Discover Sicily, the complete guide

Sicily is the largest island in the Mediterranean Sea. It boasts a population of almost 5 million inhabitants, its capital is Palermo and is also known as the island of Sicily and Trinacria. With an area of 25 426 km² it is the seventh largest island in Europe, the second largest in the European Union and the 45th in the world. And at least once in your life you should definitely visit it. We immediately see 10 unforgettable places to visit.


The 10 most beautiful places to see in Sicily 

Making a selection of the most beautiful places to visit throughout Sicily is almost impossible: between culture, art, architecture, nature and history it is really difficult to mention some places at the expense of others. However, anyone who decides to choose the island as the next destination for their holidays, should definitely take note of these 10 places to say the least wonderful:  

  1. San Vito Lo Capo, Zingaro Reserve and Scopello 

Among the main attractions of Sicily is undoubtedly its sea; all its beaches, in fact, are extraordinary, but one in particular stands out over the others: the beach of San Vito Lo Capo. It is a famous seaside resort that, in most cases, does not need much introduction: for many – including Sicilians – it consists of a Sicily in its own right, characterized by order, organization and a large number of efficient services.  

On its territory there is, then, the Zingaro Reserve, an oasis of peace totally untouched made of beautiful coves and backdrops, hiking trails and spontaneous vegetation. A few kilometers from the reserve, then, is Scopello, a fraction of Castellammare del Golfo famous for its trap and its stacks.


Taormina and Isola Bella 

Refined and prestigious pearl of eastern Sicily, Taormina is a city loved and appreciated especially for its archaeological wealth: the Ancient Theatre, the Naumachie, the Odeon and the Castle of Monte Tauro, The Duomo and Palazzo Corvaja are just some of the historical monuments that you can admire within its walls.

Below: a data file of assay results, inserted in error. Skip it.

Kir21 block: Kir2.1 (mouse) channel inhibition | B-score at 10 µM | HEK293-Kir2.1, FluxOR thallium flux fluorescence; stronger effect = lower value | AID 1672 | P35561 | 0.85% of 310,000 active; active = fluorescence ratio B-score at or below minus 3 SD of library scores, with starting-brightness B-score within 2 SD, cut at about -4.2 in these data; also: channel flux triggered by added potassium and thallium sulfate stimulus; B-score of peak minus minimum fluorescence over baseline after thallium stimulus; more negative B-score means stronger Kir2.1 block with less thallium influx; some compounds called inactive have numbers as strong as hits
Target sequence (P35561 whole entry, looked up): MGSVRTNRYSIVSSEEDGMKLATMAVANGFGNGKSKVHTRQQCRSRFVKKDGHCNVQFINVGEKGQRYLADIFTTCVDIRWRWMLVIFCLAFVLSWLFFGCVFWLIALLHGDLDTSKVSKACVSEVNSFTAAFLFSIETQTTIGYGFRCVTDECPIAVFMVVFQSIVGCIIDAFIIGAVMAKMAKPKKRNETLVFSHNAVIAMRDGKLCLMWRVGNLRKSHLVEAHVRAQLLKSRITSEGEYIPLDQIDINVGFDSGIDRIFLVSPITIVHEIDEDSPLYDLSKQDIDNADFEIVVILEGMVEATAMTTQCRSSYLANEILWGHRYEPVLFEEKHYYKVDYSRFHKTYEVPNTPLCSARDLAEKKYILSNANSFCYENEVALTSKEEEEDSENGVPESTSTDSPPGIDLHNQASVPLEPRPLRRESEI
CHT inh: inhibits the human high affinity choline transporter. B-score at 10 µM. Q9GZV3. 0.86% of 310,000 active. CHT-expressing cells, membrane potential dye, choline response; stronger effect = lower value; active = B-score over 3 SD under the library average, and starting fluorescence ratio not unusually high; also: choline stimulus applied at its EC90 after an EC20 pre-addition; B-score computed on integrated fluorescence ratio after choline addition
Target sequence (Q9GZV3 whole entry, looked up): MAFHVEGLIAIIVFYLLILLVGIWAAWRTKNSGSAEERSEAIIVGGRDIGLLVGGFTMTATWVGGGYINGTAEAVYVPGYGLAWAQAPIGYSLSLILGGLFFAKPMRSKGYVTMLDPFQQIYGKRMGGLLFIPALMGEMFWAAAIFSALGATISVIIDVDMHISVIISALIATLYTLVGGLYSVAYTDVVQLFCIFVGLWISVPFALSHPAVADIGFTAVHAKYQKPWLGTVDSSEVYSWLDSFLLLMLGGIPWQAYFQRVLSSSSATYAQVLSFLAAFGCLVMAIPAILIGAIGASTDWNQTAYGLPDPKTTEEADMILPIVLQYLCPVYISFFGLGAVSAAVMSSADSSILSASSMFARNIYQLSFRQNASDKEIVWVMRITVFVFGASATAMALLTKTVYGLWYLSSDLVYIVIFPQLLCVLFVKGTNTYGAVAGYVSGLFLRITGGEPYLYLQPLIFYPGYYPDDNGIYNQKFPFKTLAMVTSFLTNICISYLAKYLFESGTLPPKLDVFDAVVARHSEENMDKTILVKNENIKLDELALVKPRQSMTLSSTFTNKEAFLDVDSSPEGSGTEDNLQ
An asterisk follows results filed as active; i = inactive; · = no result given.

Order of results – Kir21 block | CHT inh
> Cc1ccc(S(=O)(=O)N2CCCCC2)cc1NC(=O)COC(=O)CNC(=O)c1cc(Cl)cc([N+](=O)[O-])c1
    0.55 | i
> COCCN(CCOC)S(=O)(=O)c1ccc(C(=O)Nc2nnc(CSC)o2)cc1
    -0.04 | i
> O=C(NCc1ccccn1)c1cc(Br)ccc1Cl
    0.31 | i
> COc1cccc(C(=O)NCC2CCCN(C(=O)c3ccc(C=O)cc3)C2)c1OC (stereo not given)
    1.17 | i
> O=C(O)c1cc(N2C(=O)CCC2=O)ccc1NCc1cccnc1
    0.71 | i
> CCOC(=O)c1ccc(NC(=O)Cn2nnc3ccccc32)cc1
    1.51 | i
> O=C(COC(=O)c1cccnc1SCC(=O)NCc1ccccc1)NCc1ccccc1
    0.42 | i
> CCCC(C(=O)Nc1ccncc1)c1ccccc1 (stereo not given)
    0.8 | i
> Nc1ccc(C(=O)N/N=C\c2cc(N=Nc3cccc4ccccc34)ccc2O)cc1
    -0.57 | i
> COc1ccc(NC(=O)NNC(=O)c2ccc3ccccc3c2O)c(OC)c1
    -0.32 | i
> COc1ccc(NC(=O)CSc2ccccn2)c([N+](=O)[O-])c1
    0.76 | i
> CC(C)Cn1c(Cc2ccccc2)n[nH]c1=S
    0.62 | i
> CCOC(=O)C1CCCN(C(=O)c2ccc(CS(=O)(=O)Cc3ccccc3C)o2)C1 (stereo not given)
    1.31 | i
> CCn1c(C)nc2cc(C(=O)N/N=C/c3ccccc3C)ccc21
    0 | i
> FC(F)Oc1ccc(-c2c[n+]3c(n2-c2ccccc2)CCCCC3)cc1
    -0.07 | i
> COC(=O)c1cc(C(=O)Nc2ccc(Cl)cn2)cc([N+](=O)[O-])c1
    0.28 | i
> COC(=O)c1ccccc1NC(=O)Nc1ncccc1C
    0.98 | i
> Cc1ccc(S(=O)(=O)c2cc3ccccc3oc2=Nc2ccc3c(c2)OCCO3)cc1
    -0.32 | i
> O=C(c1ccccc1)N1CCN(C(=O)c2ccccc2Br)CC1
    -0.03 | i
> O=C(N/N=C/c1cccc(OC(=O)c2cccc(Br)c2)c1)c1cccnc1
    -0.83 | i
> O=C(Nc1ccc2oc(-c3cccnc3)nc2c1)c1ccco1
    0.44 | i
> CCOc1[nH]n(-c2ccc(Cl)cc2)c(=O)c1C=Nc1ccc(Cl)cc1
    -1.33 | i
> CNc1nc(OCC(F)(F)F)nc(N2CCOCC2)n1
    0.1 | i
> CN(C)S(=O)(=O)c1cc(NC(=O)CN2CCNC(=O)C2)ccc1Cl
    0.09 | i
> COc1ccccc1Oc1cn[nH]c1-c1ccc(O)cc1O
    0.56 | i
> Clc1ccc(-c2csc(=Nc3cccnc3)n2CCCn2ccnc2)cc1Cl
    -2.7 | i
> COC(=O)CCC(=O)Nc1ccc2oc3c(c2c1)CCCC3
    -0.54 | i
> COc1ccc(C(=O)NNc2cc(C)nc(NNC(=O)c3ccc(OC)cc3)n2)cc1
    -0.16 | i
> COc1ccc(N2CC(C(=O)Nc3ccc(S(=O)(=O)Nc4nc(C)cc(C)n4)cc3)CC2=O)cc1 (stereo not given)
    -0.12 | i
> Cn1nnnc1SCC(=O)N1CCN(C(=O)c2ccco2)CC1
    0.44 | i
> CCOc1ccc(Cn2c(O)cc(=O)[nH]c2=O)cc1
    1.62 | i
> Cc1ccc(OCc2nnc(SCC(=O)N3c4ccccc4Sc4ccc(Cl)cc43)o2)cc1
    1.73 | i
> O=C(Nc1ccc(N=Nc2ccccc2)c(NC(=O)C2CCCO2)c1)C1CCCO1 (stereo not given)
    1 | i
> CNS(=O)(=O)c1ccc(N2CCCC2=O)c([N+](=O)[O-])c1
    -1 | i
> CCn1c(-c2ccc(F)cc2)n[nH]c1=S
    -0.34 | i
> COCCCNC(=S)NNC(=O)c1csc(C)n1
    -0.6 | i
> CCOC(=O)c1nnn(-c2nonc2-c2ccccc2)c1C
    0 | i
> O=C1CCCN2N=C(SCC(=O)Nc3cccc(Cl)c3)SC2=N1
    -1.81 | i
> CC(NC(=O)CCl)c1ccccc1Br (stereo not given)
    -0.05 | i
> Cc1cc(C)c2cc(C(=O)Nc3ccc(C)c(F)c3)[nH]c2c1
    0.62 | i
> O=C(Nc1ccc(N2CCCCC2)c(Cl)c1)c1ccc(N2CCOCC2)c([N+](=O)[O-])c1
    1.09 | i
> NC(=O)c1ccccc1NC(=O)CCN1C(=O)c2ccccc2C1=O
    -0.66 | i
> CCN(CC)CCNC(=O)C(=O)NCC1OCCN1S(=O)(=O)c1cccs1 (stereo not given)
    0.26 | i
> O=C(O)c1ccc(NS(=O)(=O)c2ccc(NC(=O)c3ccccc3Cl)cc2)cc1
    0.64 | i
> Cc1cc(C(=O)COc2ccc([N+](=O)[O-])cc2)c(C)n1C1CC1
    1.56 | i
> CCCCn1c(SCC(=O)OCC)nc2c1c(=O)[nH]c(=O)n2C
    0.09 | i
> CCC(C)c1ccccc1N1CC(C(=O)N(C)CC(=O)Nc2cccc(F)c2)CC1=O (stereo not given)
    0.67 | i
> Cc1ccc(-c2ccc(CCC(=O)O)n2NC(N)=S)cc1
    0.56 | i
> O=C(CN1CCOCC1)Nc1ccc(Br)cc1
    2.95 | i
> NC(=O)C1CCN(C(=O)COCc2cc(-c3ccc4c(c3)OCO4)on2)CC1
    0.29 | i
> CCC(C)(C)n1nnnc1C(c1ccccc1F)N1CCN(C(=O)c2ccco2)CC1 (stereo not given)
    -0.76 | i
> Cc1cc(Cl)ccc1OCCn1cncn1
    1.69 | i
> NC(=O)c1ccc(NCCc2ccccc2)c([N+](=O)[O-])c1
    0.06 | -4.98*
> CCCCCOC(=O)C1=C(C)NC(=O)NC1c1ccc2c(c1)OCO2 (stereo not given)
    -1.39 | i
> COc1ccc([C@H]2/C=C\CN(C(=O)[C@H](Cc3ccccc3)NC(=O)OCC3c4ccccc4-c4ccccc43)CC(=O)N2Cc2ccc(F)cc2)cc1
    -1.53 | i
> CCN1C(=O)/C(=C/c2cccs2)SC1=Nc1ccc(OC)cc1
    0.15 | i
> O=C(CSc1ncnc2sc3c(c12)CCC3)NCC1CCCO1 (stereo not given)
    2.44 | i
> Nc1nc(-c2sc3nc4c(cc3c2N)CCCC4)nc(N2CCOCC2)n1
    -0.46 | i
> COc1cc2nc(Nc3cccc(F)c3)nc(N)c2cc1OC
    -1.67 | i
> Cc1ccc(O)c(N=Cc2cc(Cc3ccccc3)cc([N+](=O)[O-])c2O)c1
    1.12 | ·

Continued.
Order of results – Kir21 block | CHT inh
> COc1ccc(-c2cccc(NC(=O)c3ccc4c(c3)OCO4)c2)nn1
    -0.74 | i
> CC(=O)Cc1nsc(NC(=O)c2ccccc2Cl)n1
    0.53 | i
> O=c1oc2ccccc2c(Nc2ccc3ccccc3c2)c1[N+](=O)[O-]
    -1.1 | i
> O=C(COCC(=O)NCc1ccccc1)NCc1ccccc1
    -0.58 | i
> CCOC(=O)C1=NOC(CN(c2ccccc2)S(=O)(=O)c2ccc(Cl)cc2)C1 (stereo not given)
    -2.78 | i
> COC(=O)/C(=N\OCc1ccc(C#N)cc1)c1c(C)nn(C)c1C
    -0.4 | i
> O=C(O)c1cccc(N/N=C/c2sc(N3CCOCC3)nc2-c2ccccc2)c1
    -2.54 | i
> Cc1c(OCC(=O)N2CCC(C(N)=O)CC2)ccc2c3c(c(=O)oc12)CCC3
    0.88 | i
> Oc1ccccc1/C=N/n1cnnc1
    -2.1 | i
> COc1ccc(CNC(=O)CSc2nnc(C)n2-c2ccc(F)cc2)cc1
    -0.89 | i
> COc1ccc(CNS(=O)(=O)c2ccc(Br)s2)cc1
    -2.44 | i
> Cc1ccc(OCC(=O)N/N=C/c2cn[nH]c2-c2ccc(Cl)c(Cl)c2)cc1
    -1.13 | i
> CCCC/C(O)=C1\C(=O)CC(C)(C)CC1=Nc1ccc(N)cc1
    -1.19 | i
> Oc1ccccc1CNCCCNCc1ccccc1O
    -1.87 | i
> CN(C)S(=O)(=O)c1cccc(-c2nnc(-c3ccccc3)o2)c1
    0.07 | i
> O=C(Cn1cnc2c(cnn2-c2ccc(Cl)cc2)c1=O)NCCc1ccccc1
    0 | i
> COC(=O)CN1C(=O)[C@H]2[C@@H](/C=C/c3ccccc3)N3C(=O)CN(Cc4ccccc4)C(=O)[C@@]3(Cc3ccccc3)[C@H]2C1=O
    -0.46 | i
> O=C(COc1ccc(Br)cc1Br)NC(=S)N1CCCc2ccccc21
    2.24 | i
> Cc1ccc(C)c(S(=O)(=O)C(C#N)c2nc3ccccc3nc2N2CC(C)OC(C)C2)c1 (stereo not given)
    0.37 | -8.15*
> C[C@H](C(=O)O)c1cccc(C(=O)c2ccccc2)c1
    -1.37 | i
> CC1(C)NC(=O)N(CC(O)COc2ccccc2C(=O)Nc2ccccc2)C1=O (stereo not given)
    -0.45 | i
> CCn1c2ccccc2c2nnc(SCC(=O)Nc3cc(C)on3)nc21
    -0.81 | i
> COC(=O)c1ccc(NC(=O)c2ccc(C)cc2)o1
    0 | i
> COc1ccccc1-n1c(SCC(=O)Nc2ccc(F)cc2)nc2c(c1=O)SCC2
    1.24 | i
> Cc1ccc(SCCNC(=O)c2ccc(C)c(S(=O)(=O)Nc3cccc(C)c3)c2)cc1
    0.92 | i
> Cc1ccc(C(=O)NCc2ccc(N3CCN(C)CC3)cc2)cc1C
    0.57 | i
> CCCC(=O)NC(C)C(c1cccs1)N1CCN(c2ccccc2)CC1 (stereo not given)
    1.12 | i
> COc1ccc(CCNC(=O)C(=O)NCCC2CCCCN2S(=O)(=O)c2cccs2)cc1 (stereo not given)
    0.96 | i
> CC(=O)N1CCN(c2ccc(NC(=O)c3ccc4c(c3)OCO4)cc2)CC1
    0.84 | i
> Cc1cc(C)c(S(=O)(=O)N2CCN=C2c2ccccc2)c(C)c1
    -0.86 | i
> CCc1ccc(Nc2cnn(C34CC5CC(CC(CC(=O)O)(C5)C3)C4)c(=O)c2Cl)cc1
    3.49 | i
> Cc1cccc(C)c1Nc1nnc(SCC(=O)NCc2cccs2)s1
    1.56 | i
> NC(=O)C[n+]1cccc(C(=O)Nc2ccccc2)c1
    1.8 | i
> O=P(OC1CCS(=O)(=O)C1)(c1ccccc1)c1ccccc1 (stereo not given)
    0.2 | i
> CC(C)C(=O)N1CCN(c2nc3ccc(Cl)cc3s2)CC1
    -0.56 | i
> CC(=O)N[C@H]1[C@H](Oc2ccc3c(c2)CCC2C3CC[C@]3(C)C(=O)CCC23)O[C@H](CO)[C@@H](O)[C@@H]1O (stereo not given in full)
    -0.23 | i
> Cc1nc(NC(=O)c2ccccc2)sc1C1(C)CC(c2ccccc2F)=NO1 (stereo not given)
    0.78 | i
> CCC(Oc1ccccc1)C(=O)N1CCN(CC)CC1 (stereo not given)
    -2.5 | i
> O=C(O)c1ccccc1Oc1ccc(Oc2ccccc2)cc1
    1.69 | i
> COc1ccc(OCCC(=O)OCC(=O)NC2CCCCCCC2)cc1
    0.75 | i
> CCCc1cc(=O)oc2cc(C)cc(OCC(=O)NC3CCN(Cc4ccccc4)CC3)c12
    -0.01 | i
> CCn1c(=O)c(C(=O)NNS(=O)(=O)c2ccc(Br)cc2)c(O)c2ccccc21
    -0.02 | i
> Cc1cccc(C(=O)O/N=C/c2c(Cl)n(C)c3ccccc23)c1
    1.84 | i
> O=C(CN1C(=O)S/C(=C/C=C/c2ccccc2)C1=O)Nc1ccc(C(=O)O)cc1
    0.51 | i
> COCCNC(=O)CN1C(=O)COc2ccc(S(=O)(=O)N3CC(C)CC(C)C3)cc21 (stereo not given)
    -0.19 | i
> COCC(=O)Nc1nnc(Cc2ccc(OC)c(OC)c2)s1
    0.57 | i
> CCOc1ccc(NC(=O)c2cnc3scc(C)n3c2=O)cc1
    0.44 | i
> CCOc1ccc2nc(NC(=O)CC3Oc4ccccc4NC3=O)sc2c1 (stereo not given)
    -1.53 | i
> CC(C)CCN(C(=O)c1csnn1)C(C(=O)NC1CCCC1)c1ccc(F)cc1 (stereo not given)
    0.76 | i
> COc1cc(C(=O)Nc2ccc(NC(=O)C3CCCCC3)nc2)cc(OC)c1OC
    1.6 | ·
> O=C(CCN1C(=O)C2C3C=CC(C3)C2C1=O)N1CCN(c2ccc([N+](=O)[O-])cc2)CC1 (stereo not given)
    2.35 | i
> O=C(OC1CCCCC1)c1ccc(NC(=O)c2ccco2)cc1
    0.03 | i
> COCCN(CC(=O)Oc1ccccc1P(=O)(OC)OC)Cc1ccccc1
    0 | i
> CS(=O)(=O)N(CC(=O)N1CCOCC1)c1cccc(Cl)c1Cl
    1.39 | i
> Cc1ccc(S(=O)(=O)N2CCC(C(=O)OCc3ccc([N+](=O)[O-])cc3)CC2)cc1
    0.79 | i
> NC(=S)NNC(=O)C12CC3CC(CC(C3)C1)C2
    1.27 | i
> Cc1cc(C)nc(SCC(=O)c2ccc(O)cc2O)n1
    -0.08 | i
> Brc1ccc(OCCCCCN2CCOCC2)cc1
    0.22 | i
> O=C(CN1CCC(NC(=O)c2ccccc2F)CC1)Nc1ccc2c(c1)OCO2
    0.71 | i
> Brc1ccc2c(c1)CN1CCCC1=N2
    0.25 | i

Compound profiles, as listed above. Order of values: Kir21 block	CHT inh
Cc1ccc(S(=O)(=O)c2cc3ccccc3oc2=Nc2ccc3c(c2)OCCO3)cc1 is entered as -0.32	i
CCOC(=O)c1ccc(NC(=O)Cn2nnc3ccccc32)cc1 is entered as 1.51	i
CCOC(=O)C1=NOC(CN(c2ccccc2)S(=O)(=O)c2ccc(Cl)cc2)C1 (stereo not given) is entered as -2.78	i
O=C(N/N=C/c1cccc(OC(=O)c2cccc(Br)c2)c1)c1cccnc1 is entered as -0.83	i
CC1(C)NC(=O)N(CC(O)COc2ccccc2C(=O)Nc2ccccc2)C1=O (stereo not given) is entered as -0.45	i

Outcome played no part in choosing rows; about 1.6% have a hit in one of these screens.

But not only, because Taormina also offers wonderful beaches and coves, such as the Bay of Sirens and the extraordinary Isola Bella; the latter, known – in fact – as “the pearl of the Mediterranean”, consists of an islet connected to the coast by an isthmus passable only at low tide.


Palermo, Monreale and Cefalù 

To discover Sicily all the way you can not miss a visit to its capital, Palermo: historical, artistic and cultural landmark of the whole island, contains precious treasures such as the Cathedral, the Four Songs, the Teatro Massimo, the Politeama, the Martorana Church, the Palatine Chapel, the Norman Palace, the Zisa and the Chiaramonte-Steri Palace.  

Immediately after Palermo, other obligatory stops are in Cefalù and Monreale, whose cathedrals are among the UNESCO World Heritage Sites. And if there is still time, it is recommended to visit Mondello and Sferracavallo.


Etna Park and Alcantara Gorges 

At any time of the year you can visit the Etna Park, which offers high altitude trips, hiking, hiking and breathtaking views. The ideal would be to start from Catania, visit Etna and then move towards the Alcantara Gorges, another simply breathtaking natural attraction.  

Upon returning to the city, you can easily move to the nearby seaside resorts of Acireale, Aci Trezza and Aci Castello to enjoy a good ice cream. For dinner, however, you can enjoy excellent dishes in the main villages at the foot of Etna, such as Bronte, Zafferana and Nicolosi.


Lampedusa and the Rabbit Beach 

Among the destinations not to be missed in Sicily is, of course, the island of Lampedusa, an ideal place for all lovers of the sea. Inside there is one of the most beautiful beaches in the world: the Beach of Rabbits, from which you can start a boat tour to discover the main coves.